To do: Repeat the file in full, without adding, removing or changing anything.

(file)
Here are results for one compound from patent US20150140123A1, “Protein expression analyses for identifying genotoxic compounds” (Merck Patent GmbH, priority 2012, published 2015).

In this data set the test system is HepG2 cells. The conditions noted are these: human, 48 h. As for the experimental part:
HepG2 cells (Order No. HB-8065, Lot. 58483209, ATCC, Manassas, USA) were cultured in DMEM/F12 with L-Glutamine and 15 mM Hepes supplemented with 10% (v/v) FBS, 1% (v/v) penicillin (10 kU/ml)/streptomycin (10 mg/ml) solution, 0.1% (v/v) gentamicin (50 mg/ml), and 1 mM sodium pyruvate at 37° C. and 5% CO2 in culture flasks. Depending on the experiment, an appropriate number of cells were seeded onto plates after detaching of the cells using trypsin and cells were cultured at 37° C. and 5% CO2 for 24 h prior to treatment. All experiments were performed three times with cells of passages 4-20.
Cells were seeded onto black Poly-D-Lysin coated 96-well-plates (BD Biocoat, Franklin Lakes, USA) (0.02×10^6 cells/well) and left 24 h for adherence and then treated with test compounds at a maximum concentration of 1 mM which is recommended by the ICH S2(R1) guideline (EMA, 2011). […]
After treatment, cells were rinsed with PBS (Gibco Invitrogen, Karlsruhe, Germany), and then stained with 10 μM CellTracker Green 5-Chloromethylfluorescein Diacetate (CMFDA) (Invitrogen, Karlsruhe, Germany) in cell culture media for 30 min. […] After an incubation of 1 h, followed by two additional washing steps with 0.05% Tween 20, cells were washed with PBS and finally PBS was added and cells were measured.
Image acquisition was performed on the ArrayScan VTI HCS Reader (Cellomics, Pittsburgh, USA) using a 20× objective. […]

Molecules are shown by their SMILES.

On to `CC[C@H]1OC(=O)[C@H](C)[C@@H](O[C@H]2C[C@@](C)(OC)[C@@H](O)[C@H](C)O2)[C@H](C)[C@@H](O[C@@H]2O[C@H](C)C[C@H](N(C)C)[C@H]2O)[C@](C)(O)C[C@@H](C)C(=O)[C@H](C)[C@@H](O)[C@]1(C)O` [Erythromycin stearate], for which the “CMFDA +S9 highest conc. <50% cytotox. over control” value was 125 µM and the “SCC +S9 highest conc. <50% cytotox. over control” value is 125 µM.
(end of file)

Here are results for one compound from patent US20150140123A1, “Protein expression analyses for identifying genotoxic compounds” (Merck Patent GmbH, priority 2012, published 2015).

In this data set the test system is HepG2 cells. The conditions noted are these: human, 48 h. As for the experimental part:
HepG2 cells (Order No. HB-8065, Lot. 58483209, ATCC, Manassas, USA) were cultured in DMEM/F12 with L-Glutamine and 15 mM Hepes supplemented with 10% (v/v) FBS, 1% (v/v) penicillin (10 kU/ml)/streptomycin (10 mg/ml) solution, 0.1% (v/v) gentamicin (50 mg/ml), and 1 mM sodium pyruvate at 37° C. and 5% CO2 in culture flasks. Depending on the experiment, an appropriate number of cells were seeded onto plates after detaching of the cells using trypsin and cells were cultured at 37° C. and 5% CO2 for 24 h prior to treatment. All experiments were performed three times with cells of passages 4-20.
Cells were seeded onto black Poly-D-Lysin coated 96-well-plates (BD Biocoat, Franklin Lakes, USA) (0.02×10^6 cells/well) and left 24 h for adherence and then treated with test compounds at a maximum concentration of 1 mM which is recommended by the ICH S2(R1) guideline (EMA, 2011). […]
After treatment, cells were rinsed with PBS (Gibco Invitrogen, Karlsruhe, Germany), and then stained with 10 μM CellTracker Green 5-Chloromethylfluorescein Diacetate (CMFDA) (Invitrogen, Karlsruhe, Germany) in cell culture media for 30 min. […] After an incubation of 1 h, followed by two additional washing steps with 0.05% Tween 20, cells were washed with PBS and finally PBS was added and cells were measured.
Image acquisition was performed on the ArrayScan VTI HCS Reader (Cellomics, Pittsburgh, USA) using a 20× objective. […]

Molecules are shown by their SMILES.

On to `CC[C@H]1OC(=O)[C@H](C)[C@@H](O[C@H]2C[C@@](C)(OC)[C@@H](O)[C@H](C)O2)[C@H](C)[C@@H](O[C@@H]2O[C@H](C)C[C@H](N(C)C)[C@H]2O)[C@](C)(O)C[C@@H](C)C(=O)[C@H](C)[C@@H](O)[C@]1(C)O` [Erythromycin stearate], for which the “CMFDA +S9 highest conc. <50% cytotox. over control” value was 125 µM and the “SCC +S9 highest conc. <50% cytotox. over control” value is 125 µM.